Wednesday, June 6, 2012

Access to Higher Education in Developing Countries

A common challenge for developing countries or economies is the inadequate access to Higher education needed for human capital development. For instance in Nigeria university sub-sector over 1.1 million candidates with about 75% of them having the minimum academic requirements, sit for the nationally organized Universities Matriculation examination annually, whereas the existing universities in Nigeria can only absorb about 220,000 new entrants. You can imagine the shortfall and the backlog of candidates that will be thrown into the education market without opportunities of furthering their career until the following year.

In fact this education crisis prompted the government to bridge this yawning gap between demand and supply, the Nigerian government has over the years, taken a number of steps, the most significant being between 1999 and 2007. The government, realizing that she could not satisfy the educational requirements of the nation, invited the Private Sector to participate in the provision of university education. Consequently, between 1999 and 2007, thirty-four private universities were licensed by government with 15 of them established in 2005 alone. The number of private universities has increased to 41 in 2009.

With these measures, the disequilibrium between demand and supply in tertiary education persists, as the private universities put together account for just 5 % of total student enrollment in the Nigerian University System with the 27 Federal universities accounting for about 70% of total student enrollment. Concerted efforts has been put together between 2008 till the time of writing this article to engaged cross-border education in collaboration with open and distance learning. The university commission then identified six dual mode universities and on single mode university for this project.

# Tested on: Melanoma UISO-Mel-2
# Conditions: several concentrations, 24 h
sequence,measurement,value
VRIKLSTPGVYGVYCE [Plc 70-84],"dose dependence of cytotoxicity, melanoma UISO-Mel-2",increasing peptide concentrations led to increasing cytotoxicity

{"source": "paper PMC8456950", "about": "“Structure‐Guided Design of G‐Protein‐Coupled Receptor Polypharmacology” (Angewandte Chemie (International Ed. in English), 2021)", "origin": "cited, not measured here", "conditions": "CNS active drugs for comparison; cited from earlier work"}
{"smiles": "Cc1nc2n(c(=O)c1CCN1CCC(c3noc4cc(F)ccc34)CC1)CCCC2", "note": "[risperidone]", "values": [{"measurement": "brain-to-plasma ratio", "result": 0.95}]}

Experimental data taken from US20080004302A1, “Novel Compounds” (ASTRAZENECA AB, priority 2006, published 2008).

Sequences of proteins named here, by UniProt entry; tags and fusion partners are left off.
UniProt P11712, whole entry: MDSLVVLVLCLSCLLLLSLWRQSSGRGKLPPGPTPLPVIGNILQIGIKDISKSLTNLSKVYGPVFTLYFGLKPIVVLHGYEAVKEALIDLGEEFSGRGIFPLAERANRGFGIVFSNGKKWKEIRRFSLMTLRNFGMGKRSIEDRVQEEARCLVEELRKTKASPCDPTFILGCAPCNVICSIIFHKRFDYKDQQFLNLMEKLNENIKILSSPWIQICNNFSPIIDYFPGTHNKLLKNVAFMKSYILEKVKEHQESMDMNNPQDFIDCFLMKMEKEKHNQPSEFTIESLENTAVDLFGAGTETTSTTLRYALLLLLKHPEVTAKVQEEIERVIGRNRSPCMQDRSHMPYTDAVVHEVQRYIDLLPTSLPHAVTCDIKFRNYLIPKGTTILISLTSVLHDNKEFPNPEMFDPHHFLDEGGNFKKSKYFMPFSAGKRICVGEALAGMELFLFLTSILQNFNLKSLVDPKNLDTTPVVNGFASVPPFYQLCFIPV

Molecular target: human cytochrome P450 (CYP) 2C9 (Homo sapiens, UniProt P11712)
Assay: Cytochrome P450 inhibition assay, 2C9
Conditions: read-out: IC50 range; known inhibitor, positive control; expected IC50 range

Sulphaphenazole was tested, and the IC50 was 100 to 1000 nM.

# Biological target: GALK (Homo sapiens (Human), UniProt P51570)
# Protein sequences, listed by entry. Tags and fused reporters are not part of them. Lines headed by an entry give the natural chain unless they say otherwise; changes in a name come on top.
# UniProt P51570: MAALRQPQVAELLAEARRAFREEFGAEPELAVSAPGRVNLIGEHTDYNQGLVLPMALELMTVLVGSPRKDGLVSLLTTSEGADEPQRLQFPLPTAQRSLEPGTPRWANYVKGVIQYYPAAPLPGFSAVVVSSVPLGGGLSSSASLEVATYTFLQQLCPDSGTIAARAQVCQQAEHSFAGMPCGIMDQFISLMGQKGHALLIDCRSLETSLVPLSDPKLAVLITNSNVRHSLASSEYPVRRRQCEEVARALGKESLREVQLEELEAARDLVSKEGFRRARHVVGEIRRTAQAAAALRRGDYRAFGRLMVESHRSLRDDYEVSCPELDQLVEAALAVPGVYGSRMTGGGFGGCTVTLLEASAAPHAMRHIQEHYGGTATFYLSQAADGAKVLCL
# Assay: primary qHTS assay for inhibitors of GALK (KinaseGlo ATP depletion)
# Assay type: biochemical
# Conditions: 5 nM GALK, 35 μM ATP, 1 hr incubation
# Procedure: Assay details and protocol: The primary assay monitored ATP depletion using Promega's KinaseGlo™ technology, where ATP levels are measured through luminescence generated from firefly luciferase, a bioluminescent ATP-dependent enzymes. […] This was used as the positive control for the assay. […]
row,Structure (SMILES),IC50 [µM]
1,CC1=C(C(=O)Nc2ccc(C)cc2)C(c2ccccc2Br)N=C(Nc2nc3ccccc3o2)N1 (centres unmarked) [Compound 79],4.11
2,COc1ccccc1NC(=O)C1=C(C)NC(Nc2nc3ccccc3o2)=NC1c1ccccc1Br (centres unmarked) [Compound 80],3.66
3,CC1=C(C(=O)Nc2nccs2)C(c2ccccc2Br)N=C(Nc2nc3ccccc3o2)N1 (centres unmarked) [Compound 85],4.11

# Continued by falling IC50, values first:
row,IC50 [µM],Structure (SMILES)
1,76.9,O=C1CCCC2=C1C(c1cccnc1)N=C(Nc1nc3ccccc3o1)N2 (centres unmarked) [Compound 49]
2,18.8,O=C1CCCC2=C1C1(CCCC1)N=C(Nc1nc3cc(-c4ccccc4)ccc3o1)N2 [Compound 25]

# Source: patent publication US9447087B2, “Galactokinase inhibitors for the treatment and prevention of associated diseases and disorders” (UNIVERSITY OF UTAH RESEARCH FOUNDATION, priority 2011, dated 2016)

This approach was tackled with a series of workshops on electronic teaching that focuses on using the electronic media and devices with the internet to teach large classes. This pioneers lecturers selected from these universities will now train their colleagues how to lecture online. This project when successful is to prepare these six distance learning institutions to be able to enroll 50,000 students each and the single mode to be able to enroll 100,000 students.

The training focus majorly on some selected mode of delivering education contents which employ asynchronous and synchronous technologies as medium in reaching the students. Most technologies use in these online course/project falls under these categories.

Synchronous technologies with the use of Skpe and a messaging tool

    Web-based VoIP
    Web conferencing

Asynchronous technologies

    Message boards/forums
    Print materials

The workshop/course deployment employs computer and internet tools for contents access with delivery and may be daubed as a "blended" approach, with content available electronically and remotely. The participant were taught how to redesign their course to suit the distance learner and the online student. A study guide template and an online course design template for various fields of studies were introduced for the participants to adapted to suit the uniqueness of their student's learning peculiarities.

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